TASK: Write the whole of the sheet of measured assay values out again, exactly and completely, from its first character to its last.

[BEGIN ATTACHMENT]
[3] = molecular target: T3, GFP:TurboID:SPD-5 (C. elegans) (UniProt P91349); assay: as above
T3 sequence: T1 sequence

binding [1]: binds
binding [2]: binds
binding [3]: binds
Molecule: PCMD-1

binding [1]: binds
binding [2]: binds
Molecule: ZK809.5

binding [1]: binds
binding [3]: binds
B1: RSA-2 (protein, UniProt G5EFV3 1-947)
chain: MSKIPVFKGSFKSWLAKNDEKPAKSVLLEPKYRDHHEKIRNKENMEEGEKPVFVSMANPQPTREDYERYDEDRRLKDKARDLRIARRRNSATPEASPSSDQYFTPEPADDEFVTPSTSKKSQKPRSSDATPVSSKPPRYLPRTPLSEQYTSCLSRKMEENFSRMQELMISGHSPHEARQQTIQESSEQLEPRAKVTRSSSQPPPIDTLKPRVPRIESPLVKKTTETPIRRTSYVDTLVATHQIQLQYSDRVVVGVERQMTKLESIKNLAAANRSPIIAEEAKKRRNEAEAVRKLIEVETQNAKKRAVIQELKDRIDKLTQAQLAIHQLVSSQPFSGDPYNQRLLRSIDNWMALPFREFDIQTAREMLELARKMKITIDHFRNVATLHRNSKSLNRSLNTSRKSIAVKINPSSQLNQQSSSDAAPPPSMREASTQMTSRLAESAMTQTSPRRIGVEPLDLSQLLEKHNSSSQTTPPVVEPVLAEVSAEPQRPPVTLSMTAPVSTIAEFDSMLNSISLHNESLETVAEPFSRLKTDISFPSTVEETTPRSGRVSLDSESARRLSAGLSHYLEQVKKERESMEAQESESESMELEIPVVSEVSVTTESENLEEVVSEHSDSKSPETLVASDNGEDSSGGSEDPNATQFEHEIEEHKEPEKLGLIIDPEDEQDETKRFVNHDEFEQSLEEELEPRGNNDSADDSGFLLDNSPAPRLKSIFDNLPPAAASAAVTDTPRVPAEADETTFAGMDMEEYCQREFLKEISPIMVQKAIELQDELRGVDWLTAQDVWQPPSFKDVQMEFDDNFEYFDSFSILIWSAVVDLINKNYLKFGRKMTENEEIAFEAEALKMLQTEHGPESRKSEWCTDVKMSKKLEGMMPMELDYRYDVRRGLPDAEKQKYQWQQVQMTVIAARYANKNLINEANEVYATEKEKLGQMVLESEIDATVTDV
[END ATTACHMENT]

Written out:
[3] = molecular target: T3, GFP:TurboID:SPD-5 (C. elegans) (UniProt P91349); assay: as above
T3 sequence: T1 sequence

binding [1]: binds
binding [2]: binds
binding [3]: binds
Molecule: PCMD-1

binding [1]: binds
binding [2]: binds
Molecule: ZK809.5

binding [1]: binds
binding [3]: binds
B1: RSA-2 (protein, UniProt G5EFV3 1-947)
chain: MSKIPVFKGSFKSWLAKNDEKPAKSVLLEPKYRDHHEKIRNKENMEEGEKPVFVSMANPQPTREDYERYDEDRRLKDKARDLRIARRRNSATPEASPSSDQYFTPEPADDEFVTPSTSKKSQKPRSSDATPVSSKPPRYLPRTPLSEQYTSCLSRKMEENFSRMQELMISGHSPHEARQQTIQESSEQLEPRAKVTRSSSQPPPIDTLKPRVPRIESPLVKKTTETPIRRTSYVDTLVATHQIQLQYSDRVVVGVERQMTKLESIKNLAAANRSPIIAEEAKKRRNEAEAVRKLIEVETQNAKKRAVIQELKDRIDKLTQAQLAIHQLVSSQPFSGDPYNQRLLRSIDNWMALPFREFDIQTAREMLELARKMKITIDHFRNVATLHRNSKSLNRSLNTSRKSIAVKINPSSQLNQQSSSDAAPPPSMREASTQMTSRLAESAMTQTSPRRIGVEPLDLSQLLEKHNSSSQTTPPVVEPVLAEVSAEPQRPPVTLSMTAPVSTIAEFDSMLNSISLHNESLETVAEPFSRLKTDISFPSTVEETTPRSGRVSLDSESARRLSAGLSHYLEQVKKERESMEAQESESESMELEIPVVSEVSVTTESENLEEVVSEHSDSKSPETLVASDNGEDSSGGSEDPNATQFEHEIEEHKEPEKLGLIIDPEDEQDETKRFVNHDEFEQSLEEELEPRGNNDSADDSGFLLDNSPAPRLKSIFDNLPPAAASAAVTDTPRVPAEADETTFAGMDMEEYCQREFLKEISPIMVQKAIELQDELRGVDWLTAQDVWQPPSFKDVQMEFDDNFEYFDSFSILIWSAVVDLINKNYLKFGRKMTENEEIAFEAEALKMLQTEHGPESRKSEWCTDVKMSKKLEGMMPMELDYRYDVRRGLPDAEKQKYQWQQVQMTVIAARYANKNLINEANEVYATEKEKLGQMVLESEIDATVTDV